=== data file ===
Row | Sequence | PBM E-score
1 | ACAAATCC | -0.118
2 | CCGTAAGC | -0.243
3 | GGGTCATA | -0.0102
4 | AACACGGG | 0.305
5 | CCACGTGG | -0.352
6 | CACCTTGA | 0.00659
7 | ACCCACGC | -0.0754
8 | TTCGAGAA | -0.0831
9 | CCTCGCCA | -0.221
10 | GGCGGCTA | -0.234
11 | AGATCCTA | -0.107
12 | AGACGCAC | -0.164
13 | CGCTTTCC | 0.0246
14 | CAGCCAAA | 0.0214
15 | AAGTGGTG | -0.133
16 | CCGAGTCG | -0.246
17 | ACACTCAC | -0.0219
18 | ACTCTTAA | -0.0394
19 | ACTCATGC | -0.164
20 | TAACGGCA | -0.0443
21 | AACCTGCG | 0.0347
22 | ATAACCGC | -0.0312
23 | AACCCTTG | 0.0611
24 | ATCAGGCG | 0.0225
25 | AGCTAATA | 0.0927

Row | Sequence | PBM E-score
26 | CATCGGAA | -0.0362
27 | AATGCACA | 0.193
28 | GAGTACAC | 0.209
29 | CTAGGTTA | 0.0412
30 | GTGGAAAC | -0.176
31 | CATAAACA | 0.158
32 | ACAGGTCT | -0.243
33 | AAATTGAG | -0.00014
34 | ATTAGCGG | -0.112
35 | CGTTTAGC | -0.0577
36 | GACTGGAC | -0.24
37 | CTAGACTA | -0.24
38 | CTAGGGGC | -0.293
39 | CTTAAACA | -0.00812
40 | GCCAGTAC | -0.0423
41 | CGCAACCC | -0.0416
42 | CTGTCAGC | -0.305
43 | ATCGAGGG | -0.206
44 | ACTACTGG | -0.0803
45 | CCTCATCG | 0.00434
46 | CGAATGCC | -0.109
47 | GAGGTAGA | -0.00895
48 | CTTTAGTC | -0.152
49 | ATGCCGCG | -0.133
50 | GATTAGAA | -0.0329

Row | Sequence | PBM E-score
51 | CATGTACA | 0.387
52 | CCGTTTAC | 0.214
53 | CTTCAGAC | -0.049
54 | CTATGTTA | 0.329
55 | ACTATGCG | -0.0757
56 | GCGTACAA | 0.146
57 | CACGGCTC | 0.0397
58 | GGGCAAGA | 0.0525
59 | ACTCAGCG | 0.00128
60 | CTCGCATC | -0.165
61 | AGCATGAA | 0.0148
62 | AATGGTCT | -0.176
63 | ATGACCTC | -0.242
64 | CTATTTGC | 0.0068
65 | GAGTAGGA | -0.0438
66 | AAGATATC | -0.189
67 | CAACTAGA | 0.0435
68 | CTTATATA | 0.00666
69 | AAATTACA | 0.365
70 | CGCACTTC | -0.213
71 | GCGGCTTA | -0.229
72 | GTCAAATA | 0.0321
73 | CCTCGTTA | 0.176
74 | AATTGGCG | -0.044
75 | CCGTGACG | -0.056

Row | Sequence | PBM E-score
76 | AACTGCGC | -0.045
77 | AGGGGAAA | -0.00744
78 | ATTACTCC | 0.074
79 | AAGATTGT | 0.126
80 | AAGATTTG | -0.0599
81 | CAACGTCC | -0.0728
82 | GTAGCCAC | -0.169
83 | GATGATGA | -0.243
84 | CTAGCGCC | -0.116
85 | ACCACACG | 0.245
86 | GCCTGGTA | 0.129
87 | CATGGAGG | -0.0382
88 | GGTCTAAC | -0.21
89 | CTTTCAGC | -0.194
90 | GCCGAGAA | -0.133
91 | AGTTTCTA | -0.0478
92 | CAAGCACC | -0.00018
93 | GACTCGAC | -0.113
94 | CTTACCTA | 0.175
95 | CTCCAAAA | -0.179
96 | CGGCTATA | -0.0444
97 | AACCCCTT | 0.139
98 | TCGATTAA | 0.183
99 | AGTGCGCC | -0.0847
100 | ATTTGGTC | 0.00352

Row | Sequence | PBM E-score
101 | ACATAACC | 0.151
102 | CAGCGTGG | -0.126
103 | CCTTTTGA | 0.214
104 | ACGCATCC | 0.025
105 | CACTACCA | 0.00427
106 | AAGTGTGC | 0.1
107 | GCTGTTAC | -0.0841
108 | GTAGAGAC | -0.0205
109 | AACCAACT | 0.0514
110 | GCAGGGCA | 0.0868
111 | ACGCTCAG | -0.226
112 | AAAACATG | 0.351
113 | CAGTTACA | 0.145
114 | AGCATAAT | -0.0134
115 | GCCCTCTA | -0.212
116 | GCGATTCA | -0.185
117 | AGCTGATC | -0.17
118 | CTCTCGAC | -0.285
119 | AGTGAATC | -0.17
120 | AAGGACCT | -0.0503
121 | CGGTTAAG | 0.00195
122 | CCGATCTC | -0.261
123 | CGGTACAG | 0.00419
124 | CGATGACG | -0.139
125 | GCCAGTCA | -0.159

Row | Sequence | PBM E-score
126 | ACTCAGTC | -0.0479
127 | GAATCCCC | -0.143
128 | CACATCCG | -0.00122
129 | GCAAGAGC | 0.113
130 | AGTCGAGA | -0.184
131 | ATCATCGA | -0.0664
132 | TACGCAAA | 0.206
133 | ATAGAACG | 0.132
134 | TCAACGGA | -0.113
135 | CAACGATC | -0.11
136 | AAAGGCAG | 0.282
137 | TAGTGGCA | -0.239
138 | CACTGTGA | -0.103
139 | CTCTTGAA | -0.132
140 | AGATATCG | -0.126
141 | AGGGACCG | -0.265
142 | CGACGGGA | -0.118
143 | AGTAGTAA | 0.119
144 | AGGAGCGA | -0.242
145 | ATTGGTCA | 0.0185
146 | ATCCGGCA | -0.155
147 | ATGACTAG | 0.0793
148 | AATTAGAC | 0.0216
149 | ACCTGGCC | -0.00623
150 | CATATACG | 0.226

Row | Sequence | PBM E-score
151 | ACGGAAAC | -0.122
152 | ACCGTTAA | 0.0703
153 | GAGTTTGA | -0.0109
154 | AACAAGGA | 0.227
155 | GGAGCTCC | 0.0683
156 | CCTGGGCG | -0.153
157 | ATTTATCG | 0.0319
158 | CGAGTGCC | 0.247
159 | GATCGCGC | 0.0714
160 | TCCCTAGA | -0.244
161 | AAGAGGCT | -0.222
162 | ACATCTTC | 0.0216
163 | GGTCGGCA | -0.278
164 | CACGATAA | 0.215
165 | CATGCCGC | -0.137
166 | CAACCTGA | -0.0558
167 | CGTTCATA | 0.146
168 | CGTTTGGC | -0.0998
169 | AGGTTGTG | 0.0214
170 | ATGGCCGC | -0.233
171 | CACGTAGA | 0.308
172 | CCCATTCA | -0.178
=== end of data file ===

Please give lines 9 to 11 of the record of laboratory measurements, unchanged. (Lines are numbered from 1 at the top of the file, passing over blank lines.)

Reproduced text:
8 | TTCGAGAA | -0.0831
9 | CCTCGCCA | -0.221
10 | GGCGGCTA | -0.234